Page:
Our tale begins with poor Cinderella left alone at home, only to be scooped up and whisked off to the Ball by her Fairy Godmother. There she meets the Prince, falls in love, forgets the time and rushes from the castle at midnight, leaving behind a single glass slipper (A CINDERELLA STORY).
Days later, Sherlock Holmes and Doctor Watson are visited by Inspector Lestrade and presented with an intriguing case – the mysterious disappearance of an unknown woman. Without a moment’s hesitation, Sherlock takes the case and he and Watson make their way through the streets of London to Savile Row (CALL SHERLOCK).
On Savile Row, they enter ‘Boutons and Boutons’ tailors and seek disguises from flamboyant Frenchman Monsieur Boutons and his costumiers (DRESS TO EXCESS). By the end of the song, Holmes is dressed as a Duke, and Watson as a female cook.
At Charming Castle, Prince Charming hears news from the major-domo that the ‘foot search’ has thus far proved fruitless. Holmes and Watson arrive in their disguises and are welcomed in by the King, especially because Holmes hints that he might be able to find a marriage partner for the King’s rebellious daughter, Arabella.
Meanwhile, Cinderella, isolated and ridiculed by her stepsisters, dreams of what might have been (TRYING TO SMILE). Then her father enters bemoaning the theft of his prize pumpkin. Knowing it was turned into a coach to take her to the Ball, Cinderella runs from the room in shame.
Holmes is in the castle grounds, looking for clues. He finds a mouse and a piece of pumpkin which he pockets, telling Watson that both are part of the jigsaw. Meanwhile, Cinderella and the Prince, separately, reflect on their current conundrum (WAITING FOR MY LIFE TO CHANGE).
The ugly sisters, Imelza and Bellona, are clawing at each other as usual (UGLY). They mock Cinderella, calling her a lazy little thief, but she does at least overhear them discussing the glass slipper and the Prince’s quest. Meanwhile, Narcissa (Cinderella’s stepmother) reveals to her lady’s maid a replica pair of slippers, much larger but otherwise identical to the actual glass slipper (IF THE SHOE FITS).
Unbeknown to Narcissa, the major-domo is already in the house and the ugly sisters are trying to force their feet into the tiny slipper. When they fail and storm out, Narcissa sneaks down and replaces the real slipper for the bigger alternative, unaware that her daughters have already failed with the real one. Cinderella stumbles upon the larger slipper and is given the chance to try it on by the major-domo, only to despair at it being far too big for her.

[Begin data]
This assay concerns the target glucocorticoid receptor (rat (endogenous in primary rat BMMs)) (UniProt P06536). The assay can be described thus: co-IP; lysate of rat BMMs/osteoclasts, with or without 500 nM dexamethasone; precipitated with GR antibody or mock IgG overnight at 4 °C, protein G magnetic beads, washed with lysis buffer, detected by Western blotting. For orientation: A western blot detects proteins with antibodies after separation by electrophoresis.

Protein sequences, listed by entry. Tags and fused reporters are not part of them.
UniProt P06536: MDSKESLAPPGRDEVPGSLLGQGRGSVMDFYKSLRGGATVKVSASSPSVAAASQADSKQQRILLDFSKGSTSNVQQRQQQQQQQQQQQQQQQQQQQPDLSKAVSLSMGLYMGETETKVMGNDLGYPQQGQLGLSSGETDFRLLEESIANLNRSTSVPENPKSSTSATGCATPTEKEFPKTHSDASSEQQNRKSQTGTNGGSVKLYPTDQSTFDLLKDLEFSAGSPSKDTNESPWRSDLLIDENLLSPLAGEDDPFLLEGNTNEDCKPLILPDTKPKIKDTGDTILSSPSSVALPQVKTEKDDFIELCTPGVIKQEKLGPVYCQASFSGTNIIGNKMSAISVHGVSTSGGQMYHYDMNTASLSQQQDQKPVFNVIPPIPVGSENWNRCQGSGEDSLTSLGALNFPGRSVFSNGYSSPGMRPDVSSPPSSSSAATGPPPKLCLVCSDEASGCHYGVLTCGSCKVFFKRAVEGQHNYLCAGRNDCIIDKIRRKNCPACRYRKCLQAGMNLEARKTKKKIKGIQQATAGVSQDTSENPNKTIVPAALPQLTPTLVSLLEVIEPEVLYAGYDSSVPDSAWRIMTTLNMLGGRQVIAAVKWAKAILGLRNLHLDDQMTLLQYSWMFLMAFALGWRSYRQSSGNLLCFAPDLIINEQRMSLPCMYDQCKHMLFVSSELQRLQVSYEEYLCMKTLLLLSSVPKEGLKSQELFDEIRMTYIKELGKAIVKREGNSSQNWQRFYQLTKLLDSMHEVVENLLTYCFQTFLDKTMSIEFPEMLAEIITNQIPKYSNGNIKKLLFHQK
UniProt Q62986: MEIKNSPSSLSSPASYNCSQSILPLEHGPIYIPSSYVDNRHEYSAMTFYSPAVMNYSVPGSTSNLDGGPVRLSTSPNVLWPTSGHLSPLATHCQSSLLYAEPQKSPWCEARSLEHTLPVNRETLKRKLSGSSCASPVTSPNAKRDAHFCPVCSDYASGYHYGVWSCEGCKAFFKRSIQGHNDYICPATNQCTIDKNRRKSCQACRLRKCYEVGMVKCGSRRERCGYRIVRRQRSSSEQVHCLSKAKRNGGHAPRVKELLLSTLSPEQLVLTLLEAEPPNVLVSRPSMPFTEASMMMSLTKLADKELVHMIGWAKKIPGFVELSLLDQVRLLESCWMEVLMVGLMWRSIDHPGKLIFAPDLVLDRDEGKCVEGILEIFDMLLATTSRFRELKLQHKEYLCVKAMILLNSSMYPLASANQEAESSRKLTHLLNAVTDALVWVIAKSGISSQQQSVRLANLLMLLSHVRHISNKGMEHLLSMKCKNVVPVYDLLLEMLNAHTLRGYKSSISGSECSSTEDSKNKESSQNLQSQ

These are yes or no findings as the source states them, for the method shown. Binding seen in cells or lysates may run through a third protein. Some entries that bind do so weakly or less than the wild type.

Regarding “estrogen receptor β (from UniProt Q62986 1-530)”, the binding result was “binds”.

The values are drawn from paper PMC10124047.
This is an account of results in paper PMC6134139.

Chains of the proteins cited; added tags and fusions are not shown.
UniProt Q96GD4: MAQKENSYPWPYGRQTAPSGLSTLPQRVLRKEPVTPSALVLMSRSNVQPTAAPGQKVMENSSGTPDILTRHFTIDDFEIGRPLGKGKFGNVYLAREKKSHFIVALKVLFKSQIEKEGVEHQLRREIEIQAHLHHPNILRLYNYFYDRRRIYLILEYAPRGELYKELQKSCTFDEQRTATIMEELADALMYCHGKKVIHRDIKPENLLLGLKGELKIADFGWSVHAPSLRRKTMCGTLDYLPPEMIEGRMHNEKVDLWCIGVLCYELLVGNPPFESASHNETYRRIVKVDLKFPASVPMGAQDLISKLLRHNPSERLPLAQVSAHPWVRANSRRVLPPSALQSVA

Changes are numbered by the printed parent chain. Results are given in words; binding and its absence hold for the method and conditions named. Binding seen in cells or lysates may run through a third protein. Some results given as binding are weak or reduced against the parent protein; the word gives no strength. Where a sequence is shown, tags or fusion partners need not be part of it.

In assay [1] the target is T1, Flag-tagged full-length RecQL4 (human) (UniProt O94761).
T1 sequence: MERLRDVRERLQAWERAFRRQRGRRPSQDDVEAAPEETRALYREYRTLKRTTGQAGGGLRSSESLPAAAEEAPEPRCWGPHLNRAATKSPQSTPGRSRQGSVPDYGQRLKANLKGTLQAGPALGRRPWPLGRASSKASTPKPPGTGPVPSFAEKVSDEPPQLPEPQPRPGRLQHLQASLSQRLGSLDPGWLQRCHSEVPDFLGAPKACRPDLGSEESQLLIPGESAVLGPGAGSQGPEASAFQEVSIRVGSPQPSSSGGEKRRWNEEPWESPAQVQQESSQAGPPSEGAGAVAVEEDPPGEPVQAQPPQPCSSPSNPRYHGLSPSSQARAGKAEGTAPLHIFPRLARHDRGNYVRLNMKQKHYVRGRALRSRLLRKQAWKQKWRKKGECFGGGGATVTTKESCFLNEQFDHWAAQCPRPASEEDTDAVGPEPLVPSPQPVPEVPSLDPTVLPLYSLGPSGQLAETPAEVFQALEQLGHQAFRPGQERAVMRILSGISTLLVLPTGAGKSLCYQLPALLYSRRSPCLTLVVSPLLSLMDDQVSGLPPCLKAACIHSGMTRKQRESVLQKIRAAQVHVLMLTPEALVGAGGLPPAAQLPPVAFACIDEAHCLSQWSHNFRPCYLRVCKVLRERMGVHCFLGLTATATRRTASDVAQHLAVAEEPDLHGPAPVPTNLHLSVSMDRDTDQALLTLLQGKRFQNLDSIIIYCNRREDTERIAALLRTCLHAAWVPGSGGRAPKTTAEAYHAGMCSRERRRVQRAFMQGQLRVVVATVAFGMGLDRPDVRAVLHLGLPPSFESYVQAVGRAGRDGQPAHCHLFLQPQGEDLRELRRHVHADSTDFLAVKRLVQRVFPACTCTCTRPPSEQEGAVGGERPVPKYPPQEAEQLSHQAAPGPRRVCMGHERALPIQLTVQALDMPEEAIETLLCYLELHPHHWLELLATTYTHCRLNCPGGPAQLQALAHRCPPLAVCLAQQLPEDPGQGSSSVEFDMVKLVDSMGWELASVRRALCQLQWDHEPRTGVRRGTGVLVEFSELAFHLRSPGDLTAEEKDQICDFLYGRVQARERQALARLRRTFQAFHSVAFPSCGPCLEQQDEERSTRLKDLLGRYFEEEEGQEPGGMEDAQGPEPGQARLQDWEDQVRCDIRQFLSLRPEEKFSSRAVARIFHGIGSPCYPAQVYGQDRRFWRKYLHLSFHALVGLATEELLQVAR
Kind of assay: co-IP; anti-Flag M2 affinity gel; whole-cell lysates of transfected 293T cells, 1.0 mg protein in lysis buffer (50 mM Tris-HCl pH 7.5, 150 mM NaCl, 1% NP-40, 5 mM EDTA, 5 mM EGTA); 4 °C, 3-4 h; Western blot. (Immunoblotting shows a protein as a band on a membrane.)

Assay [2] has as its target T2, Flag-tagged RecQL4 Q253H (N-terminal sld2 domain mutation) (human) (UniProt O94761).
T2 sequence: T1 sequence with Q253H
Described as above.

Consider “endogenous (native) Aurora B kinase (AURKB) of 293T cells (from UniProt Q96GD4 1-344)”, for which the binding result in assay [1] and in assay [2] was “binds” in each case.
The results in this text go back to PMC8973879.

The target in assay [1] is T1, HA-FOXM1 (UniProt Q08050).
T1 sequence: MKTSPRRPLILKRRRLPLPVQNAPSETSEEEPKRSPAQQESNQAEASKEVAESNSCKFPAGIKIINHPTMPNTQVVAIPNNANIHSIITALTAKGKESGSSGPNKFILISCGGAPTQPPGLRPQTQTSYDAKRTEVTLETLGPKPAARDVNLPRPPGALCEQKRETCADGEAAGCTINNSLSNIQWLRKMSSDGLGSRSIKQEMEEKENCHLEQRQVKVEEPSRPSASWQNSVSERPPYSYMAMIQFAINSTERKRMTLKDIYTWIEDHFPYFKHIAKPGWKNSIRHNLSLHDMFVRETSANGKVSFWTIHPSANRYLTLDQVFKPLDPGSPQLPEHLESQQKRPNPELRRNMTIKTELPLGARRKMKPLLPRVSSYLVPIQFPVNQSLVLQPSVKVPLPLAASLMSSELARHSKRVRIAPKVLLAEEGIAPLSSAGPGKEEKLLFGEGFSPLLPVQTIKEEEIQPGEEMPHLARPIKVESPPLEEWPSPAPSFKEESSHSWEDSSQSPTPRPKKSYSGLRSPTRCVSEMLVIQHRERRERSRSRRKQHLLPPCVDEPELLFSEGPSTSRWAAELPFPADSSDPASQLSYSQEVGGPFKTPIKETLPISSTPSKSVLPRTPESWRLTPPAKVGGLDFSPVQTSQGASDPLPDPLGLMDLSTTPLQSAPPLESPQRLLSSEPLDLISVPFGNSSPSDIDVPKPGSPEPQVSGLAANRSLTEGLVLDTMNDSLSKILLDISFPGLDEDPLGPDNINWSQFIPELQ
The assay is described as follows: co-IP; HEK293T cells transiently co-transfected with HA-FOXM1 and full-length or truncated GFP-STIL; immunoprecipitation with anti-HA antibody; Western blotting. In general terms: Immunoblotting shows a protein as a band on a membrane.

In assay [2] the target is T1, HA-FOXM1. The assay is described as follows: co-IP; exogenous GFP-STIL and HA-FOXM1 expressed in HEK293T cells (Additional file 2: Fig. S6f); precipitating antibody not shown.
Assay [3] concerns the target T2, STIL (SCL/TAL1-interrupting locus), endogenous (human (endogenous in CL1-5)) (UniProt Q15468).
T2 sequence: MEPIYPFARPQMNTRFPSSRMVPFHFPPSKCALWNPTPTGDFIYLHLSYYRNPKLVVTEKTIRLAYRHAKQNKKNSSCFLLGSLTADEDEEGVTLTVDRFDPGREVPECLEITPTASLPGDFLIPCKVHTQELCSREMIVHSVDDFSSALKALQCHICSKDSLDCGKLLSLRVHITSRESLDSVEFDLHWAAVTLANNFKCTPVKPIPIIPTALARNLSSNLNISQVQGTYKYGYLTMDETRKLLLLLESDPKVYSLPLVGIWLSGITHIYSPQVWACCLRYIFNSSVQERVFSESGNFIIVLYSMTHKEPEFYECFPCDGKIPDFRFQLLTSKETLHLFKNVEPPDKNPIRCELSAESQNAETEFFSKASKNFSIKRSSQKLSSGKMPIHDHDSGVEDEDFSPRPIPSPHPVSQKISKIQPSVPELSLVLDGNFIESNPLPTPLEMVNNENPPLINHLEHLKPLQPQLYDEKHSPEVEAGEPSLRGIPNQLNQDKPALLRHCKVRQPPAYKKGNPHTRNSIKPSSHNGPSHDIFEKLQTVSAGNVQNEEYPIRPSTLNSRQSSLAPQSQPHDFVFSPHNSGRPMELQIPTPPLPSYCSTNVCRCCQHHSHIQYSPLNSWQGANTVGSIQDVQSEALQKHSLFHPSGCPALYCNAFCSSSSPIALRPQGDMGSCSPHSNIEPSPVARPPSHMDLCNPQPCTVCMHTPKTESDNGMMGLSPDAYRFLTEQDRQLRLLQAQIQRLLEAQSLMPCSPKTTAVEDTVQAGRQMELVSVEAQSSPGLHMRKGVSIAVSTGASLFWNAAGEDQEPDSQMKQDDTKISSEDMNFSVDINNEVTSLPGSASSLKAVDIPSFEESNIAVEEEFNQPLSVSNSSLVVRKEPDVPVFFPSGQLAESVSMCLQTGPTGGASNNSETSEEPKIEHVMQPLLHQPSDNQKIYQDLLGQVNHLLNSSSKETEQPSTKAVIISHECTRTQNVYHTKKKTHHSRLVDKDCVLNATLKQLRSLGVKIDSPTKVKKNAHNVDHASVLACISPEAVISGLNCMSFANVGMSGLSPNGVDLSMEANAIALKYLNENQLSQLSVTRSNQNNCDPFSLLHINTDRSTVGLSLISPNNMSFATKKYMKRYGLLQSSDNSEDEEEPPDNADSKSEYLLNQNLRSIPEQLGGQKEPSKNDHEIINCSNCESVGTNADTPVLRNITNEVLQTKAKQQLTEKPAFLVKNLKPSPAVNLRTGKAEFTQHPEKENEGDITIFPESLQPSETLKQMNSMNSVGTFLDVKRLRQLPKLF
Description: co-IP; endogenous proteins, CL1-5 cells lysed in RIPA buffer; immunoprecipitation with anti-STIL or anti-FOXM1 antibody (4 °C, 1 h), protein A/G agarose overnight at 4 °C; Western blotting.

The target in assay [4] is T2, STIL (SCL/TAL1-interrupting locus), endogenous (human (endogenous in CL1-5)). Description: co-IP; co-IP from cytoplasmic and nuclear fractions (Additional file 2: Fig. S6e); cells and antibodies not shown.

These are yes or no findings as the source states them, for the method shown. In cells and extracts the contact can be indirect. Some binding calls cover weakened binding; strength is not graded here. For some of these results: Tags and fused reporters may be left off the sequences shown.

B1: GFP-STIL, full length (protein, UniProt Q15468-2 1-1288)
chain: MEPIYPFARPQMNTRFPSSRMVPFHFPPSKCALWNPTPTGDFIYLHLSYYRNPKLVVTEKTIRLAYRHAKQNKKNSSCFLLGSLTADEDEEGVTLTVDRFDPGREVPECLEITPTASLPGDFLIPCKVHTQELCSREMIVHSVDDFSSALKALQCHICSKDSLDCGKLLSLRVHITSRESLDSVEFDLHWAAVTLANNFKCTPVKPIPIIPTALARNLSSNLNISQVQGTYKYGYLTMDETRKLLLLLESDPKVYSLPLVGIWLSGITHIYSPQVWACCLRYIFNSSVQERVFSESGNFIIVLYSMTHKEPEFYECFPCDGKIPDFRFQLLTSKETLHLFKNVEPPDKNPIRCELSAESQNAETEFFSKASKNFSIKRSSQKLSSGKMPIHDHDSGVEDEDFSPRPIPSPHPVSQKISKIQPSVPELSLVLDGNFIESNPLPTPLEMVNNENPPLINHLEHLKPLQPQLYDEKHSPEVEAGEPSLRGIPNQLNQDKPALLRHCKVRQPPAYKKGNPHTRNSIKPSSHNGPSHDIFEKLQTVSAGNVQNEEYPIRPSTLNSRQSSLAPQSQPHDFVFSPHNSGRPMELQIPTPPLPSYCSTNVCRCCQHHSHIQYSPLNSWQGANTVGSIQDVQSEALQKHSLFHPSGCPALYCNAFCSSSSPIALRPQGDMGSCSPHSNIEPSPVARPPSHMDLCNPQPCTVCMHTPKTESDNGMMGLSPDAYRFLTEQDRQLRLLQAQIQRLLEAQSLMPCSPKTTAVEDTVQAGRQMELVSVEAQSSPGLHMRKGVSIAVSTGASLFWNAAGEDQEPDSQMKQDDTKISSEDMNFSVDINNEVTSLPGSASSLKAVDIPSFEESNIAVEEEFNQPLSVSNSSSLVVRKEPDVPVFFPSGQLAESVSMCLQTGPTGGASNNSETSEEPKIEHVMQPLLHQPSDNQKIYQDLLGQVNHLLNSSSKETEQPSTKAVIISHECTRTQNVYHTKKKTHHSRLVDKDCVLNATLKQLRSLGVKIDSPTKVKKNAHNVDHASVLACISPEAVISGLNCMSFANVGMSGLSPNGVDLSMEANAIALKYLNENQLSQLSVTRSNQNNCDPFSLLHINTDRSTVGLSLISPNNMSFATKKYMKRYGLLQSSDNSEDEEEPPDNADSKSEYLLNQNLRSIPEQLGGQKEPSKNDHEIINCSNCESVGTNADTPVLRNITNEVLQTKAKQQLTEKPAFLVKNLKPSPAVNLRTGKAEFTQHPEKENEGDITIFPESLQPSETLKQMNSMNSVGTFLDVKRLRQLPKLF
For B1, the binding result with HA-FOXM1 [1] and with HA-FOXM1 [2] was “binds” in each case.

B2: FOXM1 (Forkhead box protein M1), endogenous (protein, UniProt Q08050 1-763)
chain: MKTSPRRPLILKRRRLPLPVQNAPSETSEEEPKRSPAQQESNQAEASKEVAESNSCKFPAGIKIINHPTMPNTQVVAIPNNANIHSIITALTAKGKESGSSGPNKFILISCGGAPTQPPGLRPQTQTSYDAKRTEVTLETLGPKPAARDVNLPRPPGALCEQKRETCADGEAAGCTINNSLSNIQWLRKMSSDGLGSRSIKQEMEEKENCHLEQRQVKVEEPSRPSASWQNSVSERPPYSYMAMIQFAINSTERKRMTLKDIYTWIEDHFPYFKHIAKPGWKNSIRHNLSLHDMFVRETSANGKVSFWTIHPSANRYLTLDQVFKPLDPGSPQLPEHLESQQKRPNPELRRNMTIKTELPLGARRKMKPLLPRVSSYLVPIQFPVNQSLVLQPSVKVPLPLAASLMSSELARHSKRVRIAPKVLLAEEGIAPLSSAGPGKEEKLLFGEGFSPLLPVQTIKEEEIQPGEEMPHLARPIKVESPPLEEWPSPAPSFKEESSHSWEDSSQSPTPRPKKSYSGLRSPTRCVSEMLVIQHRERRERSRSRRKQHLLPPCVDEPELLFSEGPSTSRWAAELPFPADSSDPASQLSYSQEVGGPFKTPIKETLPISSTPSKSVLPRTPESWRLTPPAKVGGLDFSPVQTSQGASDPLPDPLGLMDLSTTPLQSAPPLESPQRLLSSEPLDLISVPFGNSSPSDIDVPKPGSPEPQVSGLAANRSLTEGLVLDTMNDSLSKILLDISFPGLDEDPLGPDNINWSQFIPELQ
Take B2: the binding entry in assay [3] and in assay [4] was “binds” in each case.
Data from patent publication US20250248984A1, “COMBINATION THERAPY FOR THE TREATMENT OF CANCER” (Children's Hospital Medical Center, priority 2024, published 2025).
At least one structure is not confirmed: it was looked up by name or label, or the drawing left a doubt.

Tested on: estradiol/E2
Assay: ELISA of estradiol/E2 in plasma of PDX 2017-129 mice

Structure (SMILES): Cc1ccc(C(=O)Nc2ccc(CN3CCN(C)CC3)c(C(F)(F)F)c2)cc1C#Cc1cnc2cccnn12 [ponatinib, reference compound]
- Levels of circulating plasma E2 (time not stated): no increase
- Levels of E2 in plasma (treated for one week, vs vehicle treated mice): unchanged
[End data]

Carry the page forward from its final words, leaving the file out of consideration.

The major-domo heads to the market (ALL THE PEOPLE) and offers any maidens a chance to try on the (now fake) glass slipper. Even Watson, still disguised as a female cook, is given the chance. Lo and behold, it fits! Watson, caught up in the euphoria of the moment, agrees that he will indeed marry the Prince.
At Charming Castle, Holmes is grilling the Prince on the events at midnight when Watson enters, carried aloft by a cheering crowd. Honouring his pledge, the Prince gets down on one knee and is about to propose marriage when Holmes steps in. He reveals his, not to mention Watson’s, true identity, and asks to see the slipper that somehow managed to fit Watson’s manly foot. He realises it is a fake, and the whole royal household follow him from the castle as he starts to pull all the threads together.
At Cinderella’s house, her father sees Holmes, Watson and the Charmings walking up their garden path. Narcissa drags Cinderella to her attic room and locks her in, unwilling for her to be seen. But Holmes gets the measure of her straight away, and before long Cinderella is rescued by Watson, the real glass slippers are located, and the Prince is on one knee once again. This time, in front of his one true love (SHERLOCK SAVES THE DAY).